As this paper was being written, it was reported by Schreve et al. (76) that the primary substrates of Agp1p are asparagine (Km = 0.29 mM) and glutamine (Km = 0.79 mM), and the permease was named Agp1p to reflect this substrate specificity. It was further suggested that Agp1p mediates the uptake of other amino acids but that the affinity of the permease for these amino acids is lower than for asparagine and glutamine (76). These data are hardly consistent with the Km values of Agp1p for leucine (0.16 mM), isoleucine (0.6 mM), and phenylalanine (0.6 mM) transport. Rather, the affinity of Agp1p appears to be in the same range for many amino acids. Schreve et al. also reported that the pattern of AGP1 expression according to the nitrogen source is very similar to that of the GAP1 gene: the reason why the induction by amino acids was not revealed in these experiments is probably because the leucine was systematically added to the growth medium in order to compensate for a leu2 auxotrophy.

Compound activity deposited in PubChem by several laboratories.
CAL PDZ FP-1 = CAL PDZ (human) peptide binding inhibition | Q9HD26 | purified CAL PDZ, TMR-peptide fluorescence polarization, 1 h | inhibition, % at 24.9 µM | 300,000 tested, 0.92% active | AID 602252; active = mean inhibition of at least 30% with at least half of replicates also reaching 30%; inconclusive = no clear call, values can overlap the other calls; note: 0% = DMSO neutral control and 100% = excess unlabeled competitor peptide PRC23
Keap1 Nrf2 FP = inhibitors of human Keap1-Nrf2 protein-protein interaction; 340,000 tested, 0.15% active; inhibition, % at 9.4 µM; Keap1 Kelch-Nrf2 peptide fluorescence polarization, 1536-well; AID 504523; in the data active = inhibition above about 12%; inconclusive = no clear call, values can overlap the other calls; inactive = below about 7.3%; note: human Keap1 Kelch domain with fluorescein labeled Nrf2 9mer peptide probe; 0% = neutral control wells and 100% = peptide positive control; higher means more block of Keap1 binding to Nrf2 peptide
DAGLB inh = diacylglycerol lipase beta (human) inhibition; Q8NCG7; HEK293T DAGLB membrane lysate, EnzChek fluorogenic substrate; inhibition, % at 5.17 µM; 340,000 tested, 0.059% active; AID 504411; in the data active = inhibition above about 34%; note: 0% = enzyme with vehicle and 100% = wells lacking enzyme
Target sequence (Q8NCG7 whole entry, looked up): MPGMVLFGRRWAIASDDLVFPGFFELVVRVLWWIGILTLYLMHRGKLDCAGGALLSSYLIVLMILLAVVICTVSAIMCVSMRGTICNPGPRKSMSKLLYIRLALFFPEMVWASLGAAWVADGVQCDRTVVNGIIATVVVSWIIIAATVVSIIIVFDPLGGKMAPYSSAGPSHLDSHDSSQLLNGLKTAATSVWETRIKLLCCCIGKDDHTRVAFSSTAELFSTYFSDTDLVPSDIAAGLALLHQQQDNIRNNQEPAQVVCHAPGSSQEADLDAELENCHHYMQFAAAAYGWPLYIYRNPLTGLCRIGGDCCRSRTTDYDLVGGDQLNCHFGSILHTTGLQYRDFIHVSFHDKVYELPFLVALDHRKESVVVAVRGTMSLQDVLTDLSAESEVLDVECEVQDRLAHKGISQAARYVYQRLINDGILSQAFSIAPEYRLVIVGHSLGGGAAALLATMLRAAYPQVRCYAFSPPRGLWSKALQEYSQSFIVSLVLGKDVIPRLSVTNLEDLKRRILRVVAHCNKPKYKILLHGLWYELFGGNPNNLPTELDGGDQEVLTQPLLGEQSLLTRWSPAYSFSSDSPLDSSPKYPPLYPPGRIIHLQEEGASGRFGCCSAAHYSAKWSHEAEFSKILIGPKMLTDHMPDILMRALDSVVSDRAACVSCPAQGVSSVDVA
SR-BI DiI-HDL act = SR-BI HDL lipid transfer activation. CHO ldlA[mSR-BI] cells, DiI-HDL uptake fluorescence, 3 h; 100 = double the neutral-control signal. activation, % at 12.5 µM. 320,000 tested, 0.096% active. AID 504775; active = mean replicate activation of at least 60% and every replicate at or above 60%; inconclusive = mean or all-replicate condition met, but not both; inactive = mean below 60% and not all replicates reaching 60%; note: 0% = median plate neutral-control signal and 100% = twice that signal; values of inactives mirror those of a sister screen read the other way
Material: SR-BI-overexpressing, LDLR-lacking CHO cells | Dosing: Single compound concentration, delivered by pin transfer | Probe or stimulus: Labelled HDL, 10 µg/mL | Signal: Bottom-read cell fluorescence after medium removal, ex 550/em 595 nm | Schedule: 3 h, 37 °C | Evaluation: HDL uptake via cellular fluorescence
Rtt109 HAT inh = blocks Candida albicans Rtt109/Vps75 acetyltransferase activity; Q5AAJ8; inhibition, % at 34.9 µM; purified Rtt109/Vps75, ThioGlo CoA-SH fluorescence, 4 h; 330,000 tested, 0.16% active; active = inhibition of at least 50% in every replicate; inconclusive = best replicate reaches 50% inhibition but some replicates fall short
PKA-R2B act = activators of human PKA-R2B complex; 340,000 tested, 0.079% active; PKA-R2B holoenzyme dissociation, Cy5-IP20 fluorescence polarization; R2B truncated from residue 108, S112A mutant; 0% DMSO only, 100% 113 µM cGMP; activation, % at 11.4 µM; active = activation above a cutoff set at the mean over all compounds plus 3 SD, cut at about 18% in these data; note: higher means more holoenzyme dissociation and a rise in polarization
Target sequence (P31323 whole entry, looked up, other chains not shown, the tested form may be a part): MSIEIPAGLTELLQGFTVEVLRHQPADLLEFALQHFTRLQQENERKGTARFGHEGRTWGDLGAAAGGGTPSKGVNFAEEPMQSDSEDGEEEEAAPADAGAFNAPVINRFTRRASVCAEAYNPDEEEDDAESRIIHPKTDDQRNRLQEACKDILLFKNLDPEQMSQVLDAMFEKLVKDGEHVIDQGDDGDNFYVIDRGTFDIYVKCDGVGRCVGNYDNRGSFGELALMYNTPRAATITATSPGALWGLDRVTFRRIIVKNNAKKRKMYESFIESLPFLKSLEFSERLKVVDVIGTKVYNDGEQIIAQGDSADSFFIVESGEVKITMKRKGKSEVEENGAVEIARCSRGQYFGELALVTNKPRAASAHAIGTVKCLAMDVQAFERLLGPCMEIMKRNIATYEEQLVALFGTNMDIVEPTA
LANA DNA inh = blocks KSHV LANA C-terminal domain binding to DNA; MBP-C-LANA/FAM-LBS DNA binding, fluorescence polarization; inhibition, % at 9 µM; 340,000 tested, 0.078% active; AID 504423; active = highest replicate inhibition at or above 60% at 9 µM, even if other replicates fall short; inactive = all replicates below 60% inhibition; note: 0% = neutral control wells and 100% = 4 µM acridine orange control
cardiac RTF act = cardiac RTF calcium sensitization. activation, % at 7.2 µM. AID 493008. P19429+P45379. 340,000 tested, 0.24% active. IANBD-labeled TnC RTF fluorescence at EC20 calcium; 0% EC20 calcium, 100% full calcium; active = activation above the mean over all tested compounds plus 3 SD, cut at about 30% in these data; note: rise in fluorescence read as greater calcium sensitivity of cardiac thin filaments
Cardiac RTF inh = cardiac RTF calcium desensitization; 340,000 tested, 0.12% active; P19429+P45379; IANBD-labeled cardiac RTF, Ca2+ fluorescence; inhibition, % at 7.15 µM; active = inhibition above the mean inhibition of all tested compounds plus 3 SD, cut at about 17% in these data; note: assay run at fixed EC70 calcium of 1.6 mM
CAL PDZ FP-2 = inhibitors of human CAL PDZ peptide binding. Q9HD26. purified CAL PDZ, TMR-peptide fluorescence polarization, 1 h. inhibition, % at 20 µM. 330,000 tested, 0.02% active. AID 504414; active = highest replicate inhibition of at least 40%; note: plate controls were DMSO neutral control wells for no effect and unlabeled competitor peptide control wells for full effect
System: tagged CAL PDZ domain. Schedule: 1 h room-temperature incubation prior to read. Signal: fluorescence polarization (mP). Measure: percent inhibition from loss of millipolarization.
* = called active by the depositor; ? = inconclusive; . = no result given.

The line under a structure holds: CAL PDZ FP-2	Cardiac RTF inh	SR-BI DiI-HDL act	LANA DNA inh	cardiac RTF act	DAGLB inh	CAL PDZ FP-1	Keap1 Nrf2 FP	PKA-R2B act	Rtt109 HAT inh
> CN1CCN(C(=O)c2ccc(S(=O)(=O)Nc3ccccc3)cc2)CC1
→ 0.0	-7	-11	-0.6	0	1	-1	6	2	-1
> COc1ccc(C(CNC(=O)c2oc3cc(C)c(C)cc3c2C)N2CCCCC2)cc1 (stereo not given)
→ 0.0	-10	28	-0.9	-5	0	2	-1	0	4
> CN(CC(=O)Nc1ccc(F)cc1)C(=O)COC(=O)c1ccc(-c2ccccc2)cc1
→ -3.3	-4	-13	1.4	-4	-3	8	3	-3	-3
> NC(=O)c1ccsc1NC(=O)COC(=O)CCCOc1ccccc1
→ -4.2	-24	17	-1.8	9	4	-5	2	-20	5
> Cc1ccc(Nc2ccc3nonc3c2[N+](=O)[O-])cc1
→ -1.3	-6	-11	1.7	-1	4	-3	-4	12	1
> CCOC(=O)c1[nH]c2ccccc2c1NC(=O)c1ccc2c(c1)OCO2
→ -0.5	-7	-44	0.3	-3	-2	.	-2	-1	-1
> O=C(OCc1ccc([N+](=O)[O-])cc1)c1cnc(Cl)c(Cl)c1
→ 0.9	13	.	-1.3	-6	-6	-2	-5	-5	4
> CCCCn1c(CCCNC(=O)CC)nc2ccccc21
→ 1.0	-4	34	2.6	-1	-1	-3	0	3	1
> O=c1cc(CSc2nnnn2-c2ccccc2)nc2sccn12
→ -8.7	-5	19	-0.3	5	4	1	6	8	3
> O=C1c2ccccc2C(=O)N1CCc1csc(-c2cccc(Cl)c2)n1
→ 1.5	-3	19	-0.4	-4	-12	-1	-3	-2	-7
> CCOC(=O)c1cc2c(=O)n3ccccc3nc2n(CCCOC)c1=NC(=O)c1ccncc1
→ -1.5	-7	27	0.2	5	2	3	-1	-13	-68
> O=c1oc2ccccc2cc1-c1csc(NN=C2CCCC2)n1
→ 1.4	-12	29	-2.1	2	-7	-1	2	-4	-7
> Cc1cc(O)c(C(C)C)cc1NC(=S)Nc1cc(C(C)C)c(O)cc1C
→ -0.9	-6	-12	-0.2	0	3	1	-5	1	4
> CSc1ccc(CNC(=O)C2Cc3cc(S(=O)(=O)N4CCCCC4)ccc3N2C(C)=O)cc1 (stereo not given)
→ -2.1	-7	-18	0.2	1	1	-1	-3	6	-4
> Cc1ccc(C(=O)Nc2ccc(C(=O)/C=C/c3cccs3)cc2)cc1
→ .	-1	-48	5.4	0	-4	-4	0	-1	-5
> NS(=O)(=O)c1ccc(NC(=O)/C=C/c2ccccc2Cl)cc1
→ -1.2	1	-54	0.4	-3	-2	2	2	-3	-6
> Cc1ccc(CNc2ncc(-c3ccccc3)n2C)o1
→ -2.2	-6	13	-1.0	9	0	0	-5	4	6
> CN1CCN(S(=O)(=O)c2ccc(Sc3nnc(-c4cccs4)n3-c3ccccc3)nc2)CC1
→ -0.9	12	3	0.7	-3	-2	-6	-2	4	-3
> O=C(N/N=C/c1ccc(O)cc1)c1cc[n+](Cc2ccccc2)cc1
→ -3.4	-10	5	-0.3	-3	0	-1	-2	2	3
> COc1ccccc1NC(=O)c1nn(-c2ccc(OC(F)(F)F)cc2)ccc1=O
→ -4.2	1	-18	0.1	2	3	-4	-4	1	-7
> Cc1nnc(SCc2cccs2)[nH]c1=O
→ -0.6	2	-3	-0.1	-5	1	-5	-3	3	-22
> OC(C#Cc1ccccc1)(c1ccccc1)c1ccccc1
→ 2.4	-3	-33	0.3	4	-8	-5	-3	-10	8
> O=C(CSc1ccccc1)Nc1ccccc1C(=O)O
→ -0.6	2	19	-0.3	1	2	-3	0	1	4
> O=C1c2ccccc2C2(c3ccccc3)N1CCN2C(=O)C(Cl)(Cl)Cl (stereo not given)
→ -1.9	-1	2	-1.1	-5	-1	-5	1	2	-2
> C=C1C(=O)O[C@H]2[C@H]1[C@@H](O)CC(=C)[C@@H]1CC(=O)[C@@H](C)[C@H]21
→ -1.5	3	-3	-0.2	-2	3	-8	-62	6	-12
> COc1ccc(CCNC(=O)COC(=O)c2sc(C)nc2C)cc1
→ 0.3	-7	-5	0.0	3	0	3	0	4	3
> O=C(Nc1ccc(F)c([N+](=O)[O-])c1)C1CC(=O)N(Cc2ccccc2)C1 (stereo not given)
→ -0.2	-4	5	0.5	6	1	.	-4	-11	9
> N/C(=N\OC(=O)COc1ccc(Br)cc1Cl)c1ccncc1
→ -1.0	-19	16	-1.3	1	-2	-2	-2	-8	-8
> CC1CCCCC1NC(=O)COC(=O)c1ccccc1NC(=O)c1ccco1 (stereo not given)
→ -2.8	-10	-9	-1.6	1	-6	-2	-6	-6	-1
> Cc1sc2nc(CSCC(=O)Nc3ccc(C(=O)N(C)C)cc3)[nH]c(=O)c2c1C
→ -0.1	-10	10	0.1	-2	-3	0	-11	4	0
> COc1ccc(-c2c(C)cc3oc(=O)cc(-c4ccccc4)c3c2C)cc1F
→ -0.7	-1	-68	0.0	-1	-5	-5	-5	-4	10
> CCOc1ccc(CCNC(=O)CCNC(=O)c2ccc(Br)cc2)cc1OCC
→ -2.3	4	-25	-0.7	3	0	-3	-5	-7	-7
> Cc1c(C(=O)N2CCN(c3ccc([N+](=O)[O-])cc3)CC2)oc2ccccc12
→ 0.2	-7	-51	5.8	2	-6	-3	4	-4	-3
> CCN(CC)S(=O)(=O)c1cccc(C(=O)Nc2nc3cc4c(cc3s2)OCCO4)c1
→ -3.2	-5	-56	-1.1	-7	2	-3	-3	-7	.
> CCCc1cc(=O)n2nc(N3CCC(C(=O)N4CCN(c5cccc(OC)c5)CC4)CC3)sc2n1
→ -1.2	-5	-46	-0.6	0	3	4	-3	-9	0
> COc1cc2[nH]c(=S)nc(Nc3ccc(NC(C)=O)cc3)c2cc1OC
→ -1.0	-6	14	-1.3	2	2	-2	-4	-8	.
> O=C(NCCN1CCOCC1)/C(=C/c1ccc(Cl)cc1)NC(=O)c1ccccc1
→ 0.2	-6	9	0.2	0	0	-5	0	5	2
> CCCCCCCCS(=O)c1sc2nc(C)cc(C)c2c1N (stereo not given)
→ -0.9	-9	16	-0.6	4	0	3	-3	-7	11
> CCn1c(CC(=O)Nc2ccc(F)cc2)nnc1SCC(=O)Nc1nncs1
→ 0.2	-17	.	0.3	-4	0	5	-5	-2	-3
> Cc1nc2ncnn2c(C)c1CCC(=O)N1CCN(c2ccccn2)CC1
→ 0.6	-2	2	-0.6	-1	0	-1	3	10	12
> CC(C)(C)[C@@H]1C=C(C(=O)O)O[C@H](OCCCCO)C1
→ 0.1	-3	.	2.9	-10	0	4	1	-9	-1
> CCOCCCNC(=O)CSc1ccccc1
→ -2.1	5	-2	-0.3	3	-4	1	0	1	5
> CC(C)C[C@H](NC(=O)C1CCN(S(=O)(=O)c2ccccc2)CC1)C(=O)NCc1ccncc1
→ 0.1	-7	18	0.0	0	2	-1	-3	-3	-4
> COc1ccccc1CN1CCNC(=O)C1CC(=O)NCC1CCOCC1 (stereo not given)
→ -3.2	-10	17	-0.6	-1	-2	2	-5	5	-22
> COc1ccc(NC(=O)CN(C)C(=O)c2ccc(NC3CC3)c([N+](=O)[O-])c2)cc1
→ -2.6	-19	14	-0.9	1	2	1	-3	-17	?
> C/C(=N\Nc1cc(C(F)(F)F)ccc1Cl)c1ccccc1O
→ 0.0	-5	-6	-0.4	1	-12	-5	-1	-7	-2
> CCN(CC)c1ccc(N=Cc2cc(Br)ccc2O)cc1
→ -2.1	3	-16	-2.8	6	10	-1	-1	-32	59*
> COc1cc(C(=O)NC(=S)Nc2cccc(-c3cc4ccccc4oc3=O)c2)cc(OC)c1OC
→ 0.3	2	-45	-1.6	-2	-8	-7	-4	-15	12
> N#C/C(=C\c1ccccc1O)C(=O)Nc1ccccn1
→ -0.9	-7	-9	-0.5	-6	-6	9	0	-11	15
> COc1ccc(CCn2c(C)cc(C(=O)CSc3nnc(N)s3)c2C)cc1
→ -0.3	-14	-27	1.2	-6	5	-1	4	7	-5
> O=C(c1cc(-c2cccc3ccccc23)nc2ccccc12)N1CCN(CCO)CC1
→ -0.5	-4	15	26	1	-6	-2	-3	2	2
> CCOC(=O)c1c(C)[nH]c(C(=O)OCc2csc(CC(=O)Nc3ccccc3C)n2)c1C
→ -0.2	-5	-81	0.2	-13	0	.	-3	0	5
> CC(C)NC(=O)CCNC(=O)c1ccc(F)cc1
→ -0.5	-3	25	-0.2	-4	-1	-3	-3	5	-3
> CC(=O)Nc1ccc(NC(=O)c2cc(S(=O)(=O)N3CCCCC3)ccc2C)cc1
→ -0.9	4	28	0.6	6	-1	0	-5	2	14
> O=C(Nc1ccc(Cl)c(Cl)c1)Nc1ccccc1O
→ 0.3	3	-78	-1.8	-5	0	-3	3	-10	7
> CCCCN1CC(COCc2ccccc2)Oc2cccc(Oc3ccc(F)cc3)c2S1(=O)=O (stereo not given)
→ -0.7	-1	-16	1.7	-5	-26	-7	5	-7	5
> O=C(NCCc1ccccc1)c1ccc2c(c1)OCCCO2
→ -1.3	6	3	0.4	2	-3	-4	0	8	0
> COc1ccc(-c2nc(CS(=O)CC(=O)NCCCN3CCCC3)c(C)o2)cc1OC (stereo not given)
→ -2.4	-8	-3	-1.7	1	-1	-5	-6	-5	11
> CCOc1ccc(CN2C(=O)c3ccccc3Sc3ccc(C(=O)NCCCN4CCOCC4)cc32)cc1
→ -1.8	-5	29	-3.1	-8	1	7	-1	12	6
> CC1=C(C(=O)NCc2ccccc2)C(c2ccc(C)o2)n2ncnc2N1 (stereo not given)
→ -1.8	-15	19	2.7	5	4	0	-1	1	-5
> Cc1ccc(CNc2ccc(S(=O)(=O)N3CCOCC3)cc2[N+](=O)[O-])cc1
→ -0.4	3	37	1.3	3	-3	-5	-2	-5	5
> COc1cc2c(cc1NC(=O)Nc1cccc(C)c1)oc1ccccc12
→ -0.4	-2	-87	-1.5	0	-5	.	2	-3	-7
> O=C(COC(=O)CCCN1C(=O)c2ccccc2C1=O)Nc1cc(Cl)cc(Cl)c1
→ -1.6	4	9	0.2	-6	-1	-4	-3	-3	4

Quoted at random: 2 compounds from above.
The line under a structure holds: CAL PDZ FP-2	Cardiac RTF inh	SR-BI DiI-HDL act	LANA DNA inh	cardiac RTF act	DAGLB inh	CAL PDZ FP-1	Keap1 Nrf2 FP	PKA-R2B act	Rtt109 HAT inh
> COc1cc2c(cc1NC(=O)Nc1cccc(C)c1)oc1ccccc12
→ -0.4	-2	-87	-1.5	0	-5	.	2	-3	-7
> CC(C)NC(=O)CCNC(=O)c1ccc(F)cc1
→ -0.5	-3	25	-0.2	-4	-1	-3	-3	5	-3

Agp1p also mediates methionine uptake (Table (Table3).3). It was previously reported that methionine is transported in yeast cells by at least three different permeases: the high-affinity permease (Km = 0.013 mM) encoded by the MUP1 gene, a low-affinity permease (Km = 0.2 mM) whose gene (MUP2) remained uncharacterized, and a very-low-affinity permease (Km = 1 mM) encoded by the MUP3 gene (38). The low-affinity permease is probably Agp1p: its activity was measured under growth conditions leading to the induction of AGP1, it displays a broad specificity range, and methionine transport mediated by this permease is inhibited by leucine with an apparent Ki value (0.30 mM) (38) very close to the Km value of Agp1 for leucine.

AGP1 is induced by multiple amino acids: role of a permease-like sensor of external amino acids.